Stool appearance in intussusception: assessing the value of the term "currant jelly".
This study surveyed the stool appearance descriptions of 107 inpatient children with intussusception. Fifty-six patients presented with grossly bloody stools (passed spontaneously), 10 of which were determined on chart review to resemble currant jelly. Of the 51 patients without grossly bloody spontaneously passed stools, 35 patients had rectal examination results charted. Eight of these children had grossly bloody stools noted on rectal examination, 4 of which were determined on chart review to resemble currant jelly. While most of the grossly bloody stools were not consistent with pure currant jelly, the most common terms used in describing the grossly bloody stools were "bloody," "mucus," "red," and "diarrhea." Since stools truly resembling currant jelly account for a minority of the grossly bloody stools in intussusception, the term "currant jelly stools" should be assessed in the teaching of intussusception. Generic terms such as blood, mucus, burgundy, red, etc, are more objective and sensitive at identifying cases of intussusception. Junior physicians who are taught the classic presentation of intussusception with currant jelly stool should also be taught that intussusception should be considered in the differential diagnosis of children passing any type of bloody stool. As a result, physicians with limited experience will be more likely to appropriately consider the diagnosis of intussusception, permitting a more timely diagnosis and a better outcome.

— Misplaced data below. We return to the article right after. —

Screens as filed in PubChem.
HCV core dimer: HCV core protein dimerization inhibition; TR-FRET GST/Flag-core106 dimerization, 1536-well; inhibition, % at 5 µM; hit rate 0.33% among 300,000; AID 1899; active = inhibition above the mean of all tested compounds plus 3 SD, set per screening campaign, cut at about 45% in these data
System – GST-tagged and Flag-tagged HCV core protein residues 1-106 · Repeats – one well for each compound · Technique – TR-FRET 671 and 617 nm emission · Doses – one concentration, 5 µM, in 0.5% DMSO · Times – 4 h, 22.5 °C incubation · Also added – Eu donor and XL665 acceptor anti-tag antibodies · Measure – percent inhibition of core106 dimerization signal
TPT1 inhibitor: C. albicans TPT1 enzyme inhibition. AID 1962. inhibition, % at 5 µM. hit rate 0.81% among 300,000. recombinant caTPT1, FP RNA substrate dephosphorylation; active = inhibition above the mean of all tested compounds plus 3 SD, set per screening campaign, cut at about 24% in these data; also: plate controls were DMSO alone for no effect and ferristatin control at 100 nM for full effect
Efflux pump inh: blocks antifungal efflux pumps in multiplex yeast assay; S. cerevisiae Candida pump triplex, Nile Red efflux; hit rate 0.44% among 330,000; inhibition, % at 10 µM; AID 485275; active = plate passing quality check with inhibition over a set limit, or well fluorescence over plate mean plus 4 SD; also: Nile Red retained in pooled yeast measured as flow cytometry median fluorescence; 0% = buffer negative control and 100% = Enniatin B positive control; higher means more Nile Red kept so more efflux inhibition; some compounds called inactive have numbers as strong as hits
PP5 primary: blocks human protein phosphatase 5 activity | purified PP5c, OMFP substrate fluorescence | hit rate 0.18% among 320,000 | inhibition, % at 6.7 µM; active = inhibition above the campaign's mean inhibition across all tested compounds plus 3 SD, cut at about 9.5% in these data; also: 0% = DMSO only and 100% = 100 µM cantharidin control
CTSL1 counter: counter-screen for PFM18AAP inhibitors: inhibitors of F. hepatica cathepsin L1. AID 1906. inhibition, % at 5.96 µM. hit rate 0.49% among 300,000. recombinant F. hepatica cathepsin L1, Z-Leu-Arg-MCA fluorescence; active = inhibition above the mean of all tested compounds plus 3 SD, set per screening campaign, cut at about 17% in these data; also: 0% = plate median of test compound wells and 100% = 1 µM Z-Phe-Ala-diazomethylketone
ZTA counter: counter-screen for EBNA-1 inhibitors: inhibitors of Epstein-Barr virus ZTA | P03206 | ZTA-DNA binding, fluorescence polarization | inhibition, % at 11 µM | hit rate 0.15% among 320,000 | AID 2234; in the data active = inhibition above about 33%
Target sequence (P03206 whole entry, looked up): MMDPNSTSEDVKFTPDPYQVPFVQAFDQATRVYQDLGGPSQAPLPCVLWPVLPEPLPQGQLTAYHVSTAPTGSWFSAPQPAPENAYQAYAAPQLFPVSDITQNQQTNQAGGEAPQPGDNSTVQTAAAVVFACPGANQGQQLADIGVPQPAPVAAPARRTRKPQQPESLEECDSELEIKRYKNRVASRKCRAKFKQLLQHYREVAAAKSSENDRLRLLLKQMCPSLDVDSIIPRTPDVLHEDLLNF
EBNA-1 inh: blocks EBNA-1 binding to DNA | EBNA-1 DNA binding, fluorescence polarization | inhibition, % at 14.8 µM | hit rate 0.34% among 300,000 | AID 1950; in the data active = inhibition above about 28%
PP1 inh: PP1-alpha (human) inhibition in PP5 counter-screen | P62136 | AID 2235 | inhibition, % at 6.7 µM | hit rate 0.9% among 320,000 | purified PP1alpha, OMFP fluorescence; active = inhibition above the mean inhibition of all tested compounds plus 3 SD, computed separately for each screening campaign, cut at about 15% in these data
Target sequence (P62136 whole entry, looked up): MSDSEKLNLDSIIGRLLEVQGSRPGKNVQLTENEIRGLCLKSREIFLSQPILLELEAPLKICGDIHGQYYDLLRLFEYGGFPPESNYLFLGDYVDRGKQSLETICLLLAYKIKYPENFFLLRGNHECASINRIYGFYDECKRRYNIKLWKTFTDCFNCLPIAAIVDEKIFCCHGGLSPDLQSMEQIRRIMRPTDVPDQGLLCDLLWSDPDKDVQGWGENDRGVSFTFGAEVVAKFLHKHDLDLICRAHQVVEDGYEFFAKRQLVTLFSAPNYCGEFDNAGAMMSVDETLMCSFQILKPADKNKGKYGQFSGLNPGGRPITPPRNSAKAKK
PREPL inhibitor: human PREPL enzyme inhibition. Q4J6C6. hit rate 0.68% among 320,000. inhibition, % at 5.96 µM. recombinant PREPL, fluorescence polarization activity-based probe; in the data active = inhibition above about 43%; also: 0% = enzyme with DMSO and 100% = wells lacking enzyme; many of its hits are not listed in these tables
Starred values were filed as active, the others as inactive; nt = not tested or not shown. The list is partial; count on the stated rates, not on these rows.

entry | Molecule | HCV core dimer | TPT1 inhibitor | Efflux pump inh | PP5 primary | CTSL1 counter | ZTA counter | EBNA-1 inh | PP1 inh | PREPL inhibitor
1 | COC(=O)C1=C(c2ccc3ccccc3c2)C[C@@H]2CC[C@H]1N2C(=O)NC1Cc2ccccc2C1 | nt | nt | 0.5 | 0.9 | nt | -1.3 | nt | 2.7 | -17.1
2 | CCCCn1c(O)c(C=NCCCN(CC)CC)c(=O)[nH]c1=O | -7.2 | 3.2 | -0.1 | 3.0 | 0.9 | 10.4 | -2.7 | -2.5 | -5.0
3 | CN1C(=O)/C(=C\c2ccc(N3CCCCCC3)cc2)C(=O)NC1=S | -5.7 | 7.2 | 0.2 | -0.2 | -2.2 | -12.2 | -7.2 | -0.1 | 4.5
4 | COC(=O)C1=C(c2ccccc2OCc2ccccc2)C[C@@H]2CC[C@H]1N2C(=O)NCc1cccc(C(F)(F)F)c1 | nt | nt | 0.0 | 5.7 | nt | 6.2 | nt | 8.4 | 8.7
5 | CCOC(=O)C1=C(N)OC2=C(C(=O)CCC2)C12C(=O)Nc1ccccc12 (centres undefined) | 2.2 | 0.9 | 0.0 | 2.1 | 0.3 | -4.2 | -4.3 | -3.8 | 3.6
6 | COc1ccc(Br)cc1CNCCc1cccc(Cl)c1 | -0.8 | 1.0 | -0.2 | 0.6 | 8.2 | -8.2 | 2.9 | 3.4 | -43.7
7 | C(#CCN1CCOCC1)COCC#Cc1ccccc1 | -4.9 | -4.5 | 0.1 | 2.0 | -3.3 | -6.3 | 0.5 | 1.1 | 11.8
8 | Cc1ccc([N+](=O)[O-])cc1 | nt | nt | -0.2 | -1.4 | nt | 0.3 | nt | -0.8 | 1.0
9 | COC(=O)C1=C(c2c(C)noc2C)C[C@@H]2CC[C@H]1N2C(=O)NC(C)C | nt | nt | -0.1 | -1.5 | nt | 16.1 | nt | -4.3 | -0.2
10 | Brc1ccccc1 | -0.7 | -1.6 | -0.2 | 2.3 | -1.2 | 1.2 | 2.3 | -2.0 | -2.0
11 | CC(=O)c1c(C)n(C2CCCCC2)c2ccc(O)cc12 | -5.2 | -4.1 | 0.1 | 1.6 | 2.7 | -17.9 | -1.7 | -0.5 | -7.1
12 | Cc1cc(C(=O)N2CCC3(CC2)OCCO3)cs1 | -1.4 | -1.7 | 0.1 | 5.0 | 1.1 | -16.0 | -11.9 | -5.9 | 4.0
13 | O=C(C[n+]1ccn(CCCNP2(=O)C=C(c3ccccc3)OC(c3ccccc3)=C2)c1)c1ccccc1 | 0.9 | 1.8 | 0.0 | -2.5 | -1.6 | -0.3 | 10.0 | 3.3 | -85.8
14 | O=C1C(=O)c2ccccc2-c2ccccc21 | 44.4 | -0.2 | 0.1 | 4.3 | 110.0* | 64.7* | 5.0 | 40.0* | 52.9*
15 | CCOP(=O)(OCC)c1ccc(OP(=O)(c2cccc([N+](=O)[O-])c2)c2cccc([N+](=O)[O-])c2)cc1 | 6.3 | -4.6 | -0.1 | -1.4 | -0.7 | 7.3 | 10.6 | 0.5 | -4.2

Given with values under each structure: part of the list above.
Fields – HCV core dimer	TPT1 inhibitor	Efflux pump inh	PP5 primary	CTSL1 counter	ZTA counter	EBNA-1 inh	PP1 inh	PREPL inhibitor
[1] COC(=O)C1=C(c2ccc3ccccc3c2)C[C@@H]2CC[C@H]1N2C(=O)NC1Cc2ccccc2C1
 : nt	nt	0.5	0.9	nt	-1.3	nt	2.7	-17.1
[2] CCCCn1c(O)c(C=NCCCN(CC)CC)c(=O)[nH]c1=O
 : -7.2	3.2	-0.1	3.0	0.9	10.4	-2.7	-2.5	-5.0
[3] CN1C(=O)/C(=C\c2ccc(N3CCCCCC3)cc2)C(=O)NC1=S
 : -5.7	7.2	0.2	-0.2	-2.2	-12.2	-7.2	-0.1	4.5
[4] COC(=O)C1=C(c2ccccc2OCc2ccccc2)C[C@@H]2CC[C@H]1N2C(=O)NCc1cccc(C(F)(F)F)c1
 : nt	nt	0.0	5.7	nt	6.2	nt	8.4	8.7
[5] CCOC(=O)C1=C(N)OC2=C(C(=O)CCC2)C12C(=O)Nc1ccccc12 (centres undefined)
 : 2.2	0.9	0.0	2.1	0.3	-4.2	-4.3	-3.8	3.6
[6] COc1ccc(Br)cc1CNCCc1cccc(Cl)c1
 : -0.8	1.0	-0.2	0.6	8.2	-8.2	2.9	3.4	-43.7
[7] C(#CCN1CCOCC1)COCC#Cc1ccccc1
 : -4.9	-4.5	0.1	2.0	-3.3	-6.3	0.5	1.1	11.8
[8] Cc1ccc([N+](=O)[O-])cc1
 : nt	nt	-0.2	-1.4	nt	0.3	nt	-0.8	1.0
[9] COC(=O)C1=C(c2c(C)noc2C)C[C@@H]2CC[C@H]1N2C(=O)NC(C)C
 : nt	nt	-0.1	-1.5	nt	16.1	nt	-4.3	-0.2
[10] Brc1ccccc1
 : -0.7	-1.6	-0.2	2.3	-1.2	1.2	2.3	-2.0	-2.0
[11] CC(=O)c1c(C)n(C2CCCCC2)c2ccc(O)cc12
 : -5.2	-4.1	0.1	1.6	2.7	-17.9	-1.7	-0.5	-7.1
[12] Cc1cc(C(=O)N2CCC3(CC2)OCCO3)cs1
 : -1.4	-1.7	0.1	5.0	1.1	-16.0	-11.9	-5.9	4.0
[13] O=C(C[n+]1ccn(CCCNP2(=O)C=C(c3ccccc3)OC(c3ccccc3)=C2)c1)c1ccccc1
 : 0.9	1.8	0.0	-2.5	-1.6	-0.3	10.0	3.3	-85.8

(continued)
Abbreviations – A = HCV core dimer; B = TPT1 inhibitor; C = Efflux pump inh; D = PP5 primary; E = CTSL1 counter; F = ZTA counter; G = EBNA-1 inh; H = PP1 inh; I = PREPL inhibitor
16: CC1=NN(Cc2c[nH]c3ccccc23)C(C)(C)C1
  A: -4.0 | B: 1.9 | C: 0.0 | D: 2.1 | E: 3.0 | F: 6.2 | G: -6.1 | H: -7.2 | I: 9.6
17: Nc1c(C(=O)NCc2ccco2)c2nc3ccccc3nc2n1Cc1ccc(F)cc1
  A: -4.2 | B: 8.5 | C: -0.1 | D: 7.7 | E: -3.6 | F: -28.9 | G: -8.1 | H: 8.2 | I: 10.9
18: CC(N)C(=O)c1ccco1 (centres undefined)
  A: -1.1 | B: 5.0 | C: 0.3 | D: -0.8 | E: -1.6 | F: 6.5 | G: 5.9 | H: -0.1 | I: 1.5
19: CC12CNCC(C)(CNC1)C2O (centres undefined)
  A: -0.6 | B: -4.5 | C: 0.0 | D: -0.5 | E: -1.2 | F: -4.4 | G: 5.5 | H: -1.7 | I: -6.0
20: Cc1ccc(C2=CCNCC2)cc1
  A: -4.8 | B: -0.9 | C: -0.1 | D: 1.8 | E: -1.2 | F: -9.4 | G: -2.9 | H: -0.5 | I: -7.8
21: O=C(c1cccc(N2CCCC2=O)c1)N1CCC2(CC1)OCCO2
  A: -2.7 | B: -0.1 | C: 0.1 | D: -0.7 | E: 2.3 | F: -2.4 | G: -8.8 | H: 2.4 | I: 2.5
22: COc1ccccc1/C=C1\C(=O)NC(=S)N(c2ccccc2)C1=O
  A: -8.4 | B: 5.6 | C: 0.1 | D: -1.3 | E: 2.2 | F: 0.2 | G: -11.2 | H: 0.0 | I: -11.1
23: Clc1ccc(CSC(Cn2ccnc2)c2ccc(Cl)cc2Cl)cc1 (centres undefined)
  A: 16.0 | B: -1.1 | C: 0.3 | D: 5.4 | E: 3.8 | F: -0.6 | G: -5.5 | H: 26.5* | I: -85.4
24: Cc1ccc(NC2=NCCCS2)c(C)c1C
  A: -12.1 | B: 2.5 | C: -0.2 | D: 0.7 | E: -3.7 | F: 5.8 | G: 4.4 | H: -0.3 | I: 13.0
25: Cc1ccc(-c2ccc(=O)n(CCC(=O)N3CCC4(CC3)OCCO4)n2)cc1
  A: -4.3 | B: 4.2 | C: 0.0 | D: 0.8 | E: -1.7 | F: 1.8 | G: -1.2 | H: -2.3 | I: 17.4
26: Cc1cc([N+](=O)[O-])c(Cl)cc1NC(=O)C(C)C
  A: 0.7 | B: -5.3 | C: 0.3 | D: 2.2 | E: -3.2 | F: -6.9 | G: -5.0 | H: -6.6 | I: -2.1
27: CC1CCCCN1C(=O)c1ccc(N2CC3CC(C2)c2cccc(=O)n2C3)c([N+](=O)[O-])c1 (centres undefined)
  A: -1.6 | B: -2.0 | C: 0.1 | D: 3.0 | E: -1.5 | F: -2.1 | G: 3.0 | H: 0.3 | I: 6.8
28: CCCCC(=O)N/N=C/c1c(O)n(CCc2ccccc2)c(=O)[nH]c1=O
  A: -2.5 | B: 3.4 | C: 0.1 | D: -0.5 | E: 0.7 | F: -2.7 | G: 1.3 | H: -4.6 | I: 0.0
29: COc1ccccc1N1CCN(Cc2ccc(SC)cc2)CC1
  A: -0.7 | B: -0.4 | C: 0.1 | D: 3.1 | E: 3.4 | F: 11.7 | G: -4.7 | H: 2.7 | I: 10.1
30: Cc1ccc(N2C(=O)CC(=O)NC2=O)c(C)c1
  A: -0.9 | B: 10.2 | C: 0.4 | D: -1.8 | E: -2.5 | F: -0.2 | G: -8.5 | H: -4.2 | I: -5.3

Yamamoto, LG; Morita, SY; Boychuk, RB; Inaba, AS; Rosen, LM; Yee, LL; Young, LL
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